Exclusives

Bernstein on the Paradox of Vacation, the “Great Rallentando” (Audio Exclusive)

For his book on the private world of Leonard Bernstein, biographer John Gruen spent the 1967 summer vacationing in Italy with the Bernstein family, asking countless questions while becoming a part of their lives.

Gruen learned that Lenny had a fundamental discomfort with the very notion of a vacation. It was a discomfort that Lenny found hard to describe. And so, Lenny prepared himself to talk about it with Gruen by reciting one of his own letters. It was addressed to Gretel Hilbert, wife of the head of the Vienna State Opera, who had been pressuring him for answers to many questions, with no regard for his schedule.

The letter I just wrote her might have some bearing upon this moment this summer…

It is a silence of temporary withdrawal from the “world” into a sleepy life of sun, water, boats, children. No music, no thoughts, no planning – and hardly any communication with the “world” I’ve left. …

This is all very necessary, this great “rallentando,” and it does not mean that I am happy in my resting – I’ve never been really happy except when I am working…

Bernstein expected that the peace of this vacation would pry open a burst of inspiration. Yet, after two and a half weeks, Bernstein’s hope was invariably dashed. He summed it up to Gruen with a couple of sentences – perfectly crafted, and completely spontaneous:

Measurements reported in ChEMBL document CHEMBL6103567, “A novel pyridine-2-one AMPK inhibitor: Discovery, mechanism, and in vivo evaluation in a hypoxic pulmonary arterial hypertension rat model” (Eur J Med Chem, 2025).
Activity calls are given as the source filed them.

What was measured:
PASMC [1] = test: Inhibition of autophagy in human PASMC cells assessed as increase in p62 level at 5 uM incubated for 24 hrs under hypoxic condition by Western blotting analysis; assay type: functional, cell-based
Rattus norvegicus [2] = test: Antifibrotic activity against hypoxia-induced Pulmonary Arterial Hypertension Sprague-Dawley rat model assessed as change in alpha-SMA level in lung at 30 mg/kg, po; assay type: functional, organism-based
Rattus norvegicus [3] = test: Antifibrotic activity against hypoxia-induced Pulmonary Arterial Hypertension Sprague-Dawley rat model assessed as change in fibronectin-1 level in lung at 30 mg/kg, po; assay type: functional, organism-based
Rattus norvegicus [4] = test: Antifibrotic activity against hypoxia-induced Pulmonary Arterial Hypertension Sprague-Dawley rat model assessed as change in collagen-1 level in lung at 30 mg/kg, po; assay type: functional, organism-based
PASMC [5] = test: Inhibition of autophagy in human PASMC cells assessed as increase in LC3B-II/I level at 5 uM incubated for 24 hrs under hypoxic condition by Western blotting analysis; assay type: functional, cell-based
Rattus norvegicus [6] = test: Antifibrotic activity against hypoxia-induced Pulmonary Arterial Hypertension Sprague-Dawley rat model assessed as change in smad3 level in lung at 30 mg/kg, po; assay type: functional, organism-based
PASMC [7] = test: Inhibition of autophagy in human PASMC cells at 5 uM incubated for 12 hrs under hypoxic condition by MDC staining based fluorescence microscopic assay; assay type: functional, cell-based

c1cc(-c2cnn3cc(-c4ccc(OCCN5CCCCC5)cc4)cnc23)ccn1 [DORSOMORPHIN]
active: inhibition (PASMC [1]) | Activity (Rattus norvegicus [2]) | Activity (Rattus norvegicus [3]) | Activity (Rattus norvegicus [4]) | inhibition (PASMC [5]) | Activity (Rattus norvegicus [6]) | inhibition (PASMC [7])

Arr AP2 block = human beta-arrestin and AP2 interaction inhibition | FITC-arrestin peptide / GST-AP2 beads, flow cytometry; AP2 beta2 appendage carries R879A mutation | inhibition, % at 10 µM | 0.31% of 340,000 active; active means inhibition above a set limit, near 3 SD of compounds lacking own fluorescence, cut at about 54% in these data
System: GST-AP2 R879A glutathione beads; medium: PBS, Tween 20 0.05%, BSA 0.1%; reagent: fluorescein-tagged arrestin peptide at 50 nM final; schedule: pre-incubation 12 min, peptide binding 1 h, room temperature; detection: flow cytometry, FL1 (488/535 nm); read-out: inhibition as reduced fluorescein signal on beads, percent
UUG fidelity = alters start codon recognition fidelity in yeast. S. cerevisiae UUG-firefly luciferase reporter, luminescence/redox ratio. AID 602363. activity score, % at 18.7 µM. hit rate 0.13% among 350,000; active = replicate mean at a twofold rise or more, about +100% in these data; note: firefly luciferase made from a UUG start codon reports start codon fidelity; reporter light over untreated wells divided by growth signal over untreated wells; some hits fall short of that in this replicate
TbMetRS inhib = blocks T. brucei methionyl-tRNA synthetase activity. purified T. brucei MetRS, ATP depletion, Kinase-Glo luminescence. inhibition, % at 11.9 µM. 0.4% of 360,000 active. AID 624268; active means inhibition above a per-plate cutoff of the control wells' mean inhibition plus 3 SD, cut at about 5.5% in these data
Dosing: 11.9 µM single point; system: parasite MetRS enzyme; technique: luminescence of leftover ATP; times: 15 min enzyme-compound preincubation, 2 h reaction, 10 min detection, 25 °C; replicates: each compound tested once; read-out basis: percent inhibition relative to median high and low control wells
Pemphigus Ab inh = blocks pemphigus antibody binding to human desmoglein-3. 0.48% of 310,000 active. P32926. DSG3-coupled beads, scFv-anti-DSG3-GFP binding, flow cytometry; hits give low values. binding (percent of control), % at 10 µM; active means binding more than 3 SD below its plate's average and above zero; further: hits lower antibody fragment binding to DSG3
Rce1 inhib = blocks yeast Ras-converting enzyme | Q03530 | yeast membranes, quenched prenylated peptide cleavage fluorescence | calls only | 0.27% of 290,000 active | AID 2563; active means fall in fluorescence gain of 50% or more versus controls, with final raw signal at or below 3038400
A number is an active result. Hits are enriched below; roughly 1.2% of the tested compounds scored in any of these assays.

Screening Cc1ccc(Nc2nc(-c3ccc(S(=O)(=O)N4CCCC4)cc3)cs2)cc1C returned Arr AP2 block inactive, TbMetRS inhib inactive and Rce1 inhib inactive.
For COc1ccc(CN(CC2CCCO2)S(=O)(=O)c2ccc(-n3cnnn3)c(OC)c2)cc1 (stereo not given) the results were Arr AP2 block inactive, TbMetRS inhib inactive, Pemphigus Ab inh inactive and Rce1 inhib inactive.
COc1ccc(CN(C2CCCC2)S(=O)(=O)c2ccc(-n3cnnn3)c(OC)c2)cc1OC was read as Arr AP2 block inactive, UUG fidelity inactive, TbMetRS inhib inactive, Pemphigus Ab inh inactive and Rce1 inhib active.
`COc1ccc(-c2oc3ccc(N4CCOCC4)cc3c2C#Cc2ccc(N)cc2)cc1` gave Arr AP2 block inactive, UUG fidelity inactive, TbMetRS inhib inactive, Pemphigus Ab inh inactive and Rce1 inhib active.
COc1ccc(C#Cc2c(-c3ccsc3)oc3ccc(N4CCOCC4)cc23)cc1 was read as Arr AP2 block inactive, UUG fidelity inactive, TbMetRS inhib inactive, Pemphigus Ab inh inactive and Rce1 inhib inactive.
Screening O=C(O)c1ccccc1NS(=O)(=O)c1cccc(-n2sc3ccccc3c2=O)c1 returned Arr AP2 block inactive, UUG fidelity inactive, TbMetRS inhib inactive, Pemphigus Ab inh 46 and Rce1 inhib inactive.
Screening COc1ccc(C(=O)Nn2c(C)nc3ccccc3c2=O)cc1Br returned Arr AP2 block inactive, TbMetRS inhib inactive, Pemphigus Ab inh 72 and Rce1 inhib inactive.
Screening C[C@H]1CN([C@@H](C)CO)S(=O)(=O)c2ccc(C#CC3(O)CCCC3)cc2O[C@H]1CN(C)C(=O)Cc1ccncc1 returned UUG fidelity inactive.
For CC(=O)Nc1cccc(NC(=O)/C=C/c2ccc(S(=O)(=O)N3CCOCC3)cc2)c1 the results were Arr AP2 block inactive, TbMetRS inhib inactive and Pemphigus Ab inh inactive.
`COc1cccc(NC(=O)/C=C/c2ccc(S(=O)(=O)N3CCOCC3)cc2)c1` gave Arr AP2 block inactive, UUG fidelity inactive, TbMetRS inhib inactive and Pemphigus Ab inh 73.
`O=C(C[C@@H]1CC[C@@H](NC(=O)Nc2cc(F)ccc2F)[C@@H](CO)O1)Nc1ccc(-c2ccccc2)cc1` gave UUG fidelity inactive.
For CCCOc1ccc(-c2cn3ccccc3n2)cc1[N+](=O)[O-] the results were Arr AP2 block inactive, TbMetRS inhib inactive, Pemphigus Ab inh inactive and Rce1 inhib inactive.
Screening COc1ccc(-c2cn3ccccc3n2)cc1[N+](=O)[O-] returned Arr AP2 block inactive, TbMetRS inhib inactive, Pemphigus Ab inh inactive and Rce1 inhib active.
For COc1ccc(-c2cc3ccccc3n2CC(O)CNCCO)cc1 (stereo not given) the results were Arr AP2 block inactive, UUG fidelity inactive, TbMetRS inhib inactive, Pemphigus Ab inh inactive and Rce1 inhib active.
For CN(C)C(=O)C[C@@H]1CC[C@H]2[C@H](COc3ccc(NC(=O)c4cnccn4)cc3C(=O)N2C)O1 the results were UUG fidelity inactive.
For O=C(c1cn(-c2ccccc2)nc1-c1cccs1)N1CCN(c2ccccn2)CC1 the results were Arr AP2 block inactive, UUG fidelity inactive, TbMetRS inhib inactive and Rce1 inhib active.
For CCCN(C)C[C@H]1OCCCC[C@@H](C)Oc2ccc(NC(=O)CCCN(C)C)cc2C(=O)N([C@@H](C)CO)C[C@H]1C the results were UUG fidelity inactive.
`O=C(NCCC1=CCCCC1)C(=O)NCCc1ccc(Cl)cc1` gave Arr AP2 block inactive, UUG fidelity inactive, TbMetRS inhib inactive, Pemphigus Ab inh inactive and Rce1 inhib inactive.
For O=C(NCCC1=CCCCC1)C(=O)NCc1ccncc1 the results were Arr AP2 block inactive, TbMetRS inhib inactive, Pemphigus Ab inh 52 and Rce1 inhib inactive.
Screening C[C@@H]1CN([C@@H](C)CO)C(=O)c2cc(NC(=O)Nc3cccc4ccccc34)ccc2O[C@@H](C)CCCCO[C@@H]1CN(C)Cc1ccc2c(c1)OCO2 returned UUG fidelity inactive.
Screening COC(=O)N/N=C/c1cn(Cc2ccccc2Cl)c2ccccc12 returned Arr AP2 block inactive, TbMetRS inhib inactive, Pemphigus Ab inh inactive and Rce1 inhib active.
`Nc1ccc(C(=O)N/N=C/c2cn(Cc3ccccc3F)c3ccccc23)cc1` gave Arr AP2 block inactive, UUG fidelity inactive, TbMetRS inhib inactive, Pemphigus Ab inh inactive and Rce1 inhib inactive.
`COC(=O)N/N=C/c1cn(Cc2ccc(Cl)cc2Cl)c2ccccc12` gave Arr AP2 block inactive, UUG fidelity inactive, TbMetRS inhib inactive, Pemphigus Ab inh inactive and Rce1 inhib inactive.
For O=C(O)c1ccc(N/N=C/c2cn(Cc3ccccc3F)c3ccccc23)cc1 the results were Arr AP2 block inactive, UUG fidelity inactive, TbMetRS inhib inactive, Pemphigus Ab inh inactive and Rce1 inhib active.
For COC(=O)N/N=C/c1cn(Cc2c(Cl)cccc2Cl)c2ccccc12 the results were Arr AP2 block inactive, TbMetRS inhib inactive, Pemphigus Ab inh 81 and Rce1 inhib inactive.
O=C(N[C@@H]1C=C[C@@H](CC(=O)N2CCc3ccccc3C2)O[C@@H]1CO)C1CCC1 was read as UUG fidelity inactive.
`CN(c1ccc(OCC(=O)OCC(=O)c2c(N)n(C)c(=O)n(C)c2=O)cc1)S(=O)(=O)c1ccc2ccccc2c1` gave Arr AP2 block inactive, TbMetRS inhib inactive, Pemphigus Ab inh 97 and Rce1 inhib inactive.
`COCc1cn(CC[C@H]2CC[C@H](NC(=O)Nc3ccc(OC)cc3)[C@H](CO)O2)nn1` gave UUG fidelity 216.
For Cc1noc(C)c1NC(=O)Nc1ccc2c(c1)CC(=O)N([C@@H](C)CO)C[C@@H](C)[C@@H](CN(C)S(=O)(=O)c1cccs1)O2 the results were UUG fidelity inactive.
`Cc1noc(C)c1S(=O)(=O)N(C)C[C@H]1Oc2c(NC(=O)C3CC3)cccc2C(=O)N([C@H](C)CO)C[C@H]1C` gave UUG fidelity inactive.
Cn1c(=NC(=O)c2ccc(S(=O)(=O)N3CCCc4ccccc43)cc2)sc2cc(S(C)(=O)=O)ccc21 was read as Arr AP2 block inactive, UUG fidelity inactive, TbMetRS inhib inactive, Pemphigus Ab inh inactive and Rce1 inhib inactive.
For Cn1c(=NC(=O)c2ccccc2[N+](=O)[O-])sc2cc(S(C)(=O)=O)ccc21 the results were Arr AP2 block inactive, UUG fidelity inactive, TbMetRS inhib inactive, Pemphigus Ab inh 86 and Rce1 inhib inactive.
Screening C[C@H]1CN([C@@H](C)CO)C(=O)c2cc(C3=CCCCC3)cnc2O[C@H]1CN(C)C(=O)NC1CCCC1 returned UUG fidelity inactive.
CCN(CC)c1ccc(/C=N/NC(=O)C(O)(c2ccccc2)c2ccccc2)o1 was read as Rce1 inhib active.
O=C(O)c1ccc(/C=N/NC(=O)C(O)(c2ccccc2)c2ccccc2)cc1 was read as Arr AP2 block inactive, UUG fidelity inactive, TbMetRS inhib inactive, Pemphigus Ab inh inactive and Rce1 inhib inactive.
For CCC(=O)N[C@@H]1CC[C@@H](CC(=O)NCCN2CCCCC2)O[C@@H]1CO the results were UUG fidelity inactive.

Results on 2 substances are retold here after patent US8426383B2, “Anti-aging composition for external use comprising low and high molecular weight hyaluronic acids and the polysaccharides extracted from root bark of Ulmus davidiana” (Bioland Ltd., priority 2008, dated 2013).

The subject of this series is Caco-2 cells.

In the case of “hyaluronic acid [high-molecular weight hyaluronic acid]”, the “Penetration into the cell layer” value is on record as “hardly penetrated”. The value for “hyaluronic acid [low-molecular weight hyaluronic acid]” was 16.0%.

And yet sometimes in my period of great activity, I long fiercely for just a period when I don’t have to do anything, and I can just lie around and think…

One foresees a kind of Eden-like calm and bliss in which one lies in the sun, or sits in the shade, or floats in the water… and all these thoughts come to you…

And instead everything gets more and more gray and opaque and vague…

I think as a matter of fact, that a day is coming soon, when the old motors will start working again – but they sure aren’t working now.

About this content

The Bernstein Experience brings to you, for the first time ever, exclusive audio from intimate recording sessions of Leonard Bernstein by biographer John Gruen, who interviewed Bernstein, his family, and his confidants in Italy for seven weeks during the summer of 1967. Copyright: Estate of John Gruen. Used by permission. All rights reserved. Special thanks to Julia Gruen.

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